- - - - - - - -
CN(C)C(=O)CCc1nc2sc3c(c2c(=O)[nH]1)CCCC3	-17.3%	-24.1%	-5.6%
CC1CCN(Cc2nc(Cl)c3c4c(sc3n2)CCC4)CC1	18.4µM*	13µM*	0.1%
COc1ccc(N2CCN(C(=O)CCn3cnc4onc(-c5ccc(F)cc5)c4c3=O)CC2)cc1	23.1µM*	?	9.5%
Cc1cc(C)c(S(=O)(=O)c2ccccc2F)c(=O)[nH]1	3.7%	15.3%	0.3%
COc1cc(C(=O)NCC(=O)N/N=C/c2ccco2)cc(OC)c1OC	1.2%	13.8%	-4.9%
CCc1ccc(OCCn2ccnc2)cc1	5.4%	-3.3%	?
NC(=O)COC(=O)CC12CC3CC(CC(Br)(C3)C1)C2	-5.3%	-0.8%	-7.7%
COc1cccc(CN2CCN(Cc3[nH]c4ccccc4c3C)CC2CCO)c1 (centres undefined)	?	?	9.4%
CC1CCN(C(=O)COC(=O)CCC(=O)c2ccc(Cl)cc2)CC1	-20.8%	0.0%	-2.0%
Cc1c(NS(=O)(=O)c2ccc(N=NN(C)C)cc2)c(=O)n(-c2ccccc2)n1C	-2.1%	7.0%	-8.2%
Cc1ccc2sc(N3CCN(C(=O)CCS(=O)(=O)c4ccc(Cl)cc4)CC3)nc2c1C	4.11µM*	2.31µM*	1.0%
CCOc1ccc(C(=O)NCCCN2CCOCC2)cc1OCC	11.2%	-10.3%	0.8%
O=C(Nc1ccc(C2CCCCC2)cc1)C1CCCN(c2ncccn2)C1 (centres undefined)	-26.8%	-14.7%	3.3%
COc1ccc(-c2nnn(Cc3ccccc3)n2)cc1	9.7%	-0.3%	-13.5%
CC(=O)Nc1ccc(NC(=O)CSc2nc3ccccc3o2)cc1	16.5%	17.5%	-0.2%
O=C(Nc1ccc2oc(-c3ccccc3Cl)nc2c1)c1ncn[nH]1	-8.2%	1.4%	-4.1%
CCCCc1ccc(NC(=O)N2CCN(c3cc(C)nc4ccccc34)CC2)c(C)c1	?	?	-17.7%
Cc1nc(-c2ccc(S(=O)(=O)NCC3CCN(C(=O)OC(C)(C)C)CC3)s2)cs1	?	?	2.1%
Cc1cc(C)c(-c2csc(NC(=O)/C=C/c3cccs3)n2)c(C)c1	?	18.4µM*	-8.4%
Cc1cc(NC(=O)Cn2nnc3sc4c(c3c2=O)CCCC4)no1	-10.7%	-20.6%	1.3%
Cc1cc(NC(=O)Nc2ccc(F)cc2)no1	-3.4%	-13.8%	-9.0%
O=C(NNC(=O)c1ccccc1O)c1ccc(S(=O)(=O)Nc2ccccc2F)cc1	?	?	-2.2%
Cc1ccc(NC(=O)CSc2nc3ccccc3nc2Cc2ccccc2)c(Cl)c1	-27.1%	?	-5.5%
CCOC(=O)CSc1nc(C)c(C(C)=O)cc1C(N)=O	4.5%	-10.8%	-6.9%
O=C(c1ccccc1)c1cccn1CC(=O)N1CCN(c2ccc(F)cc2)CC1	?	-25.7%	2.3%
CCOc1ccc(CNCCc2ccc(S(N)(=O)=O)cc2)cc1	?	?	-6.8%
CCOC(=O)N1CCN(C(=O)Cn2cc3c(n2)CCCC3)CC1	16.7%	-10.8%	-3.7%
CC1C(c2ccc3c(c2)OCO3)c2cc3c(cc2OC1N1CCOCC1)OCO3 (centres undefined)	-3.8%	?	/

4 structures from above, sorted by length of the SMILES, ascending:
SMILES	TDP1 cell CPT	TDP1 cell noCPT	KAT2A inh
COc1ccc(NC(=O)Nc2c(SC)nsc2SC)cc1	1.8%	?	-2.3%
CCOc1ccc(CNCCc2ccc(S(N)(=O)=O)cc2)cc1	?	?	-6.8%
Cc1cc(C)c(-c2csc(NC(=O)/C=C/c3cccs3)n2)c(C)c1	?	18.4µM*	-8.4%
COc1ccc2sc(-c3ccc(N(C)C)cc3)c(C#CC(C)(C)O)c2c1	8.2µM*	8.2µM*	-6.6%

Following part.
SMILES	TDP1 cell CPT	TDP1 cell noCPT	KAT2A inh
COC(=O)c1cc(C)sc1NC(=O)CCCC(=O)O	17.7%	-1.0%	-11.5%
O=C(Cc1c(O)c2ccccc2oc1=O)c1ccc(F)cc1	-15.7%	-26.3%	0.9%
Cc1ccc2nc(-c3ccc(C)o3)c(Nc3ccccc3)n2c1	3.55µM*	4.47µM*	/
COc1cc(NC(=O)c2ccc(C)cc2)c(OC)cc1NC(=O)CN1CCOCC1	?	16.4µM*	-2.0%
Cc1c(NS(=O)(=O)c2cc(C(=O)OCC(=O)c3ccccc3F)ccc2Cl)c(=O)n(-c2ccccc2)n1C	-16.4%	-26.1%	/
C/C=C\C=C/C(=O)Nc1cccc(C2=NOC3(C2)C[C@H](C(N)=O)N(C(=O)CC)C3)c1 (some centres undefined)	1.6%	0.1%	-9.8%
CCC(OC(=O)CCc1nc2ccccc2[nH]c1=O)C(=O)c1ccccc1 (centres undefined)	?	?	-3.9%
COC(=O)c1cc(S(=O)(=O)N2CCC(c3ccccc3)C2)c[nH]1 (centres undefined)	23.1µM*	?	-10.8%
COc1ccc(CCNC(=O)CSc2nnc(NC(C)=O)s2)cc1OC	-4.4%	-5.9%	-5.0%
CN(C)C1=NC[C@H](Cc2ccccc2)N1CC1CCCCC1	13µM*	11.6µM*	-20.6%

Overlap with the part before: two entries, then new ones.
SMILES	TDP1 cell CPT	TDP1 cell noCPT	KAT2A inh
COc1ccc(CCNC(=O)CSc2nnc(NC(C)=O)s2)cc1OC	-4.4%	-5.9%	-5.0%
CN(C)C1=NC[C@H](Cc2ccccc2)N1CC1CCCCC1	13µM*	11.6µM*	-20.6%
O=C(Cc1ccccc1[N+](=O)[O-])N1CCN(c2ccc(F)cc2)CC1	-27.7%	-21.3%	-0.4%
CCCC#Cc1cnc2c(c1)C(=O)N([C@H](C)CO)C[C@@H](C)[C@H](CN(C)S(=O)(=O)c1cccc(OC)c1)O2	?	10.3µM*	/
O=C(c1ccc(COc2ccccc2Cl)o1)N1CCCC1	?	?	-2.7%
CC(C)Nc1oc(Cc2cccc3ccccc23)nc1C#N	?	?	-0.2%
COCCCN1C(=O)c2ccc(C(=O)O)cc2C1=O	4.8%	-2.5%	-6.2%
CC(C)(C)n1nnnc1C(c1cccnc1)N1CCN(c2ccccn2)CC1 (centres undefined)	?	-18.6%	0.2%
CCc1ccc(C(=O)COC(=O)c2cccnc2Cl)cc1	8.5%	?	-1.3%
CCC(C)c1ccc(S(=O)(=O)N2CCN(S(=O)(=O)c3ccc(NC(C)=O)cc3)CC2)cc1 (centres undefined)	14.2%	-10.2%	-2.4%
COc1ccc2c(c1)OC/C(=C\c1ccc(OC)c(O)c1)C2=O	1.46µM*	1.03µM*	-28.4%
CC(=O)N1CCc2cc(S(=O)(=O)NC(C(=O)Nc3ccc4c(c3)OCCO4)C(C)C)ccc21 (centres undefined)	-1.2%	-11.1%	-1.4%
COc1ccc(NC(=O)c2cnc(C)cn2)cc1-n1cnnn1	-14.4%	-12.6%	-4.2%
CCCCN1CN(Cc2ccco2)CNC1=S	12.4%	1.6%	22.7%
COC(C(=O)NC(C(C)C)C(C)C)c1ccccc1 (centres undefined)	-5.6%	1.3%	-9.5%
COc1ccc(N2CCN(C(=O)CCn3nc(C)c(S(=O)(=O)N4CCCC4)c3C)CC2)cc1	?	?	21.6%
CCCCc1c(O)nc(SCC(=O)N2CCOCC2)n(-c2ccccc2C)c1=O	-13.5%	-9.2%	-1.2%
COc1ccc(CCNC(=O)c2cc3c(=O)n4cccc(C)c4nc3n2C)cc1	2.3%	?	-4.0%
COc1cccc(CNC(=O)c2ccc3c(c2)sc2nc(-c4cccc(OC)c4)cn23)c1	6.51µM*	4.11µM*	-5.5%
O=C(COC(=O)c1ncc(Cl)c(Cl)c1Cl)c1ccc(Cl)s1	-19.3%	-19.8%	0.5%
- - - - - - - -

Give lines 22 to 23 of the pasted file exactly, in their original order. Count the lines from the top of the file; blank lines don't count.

O=C(NNC(=O)c1ccccc1O)c1ccc(S(=O)(=O)Nc2ccccc2F)cc1	?	?	-2.2%
Cc1ccc(NC(=O)CSc2nc3ccccc3nc2Cc2ccccc2)c(Cl)c1	-27.1%	?	-5.5%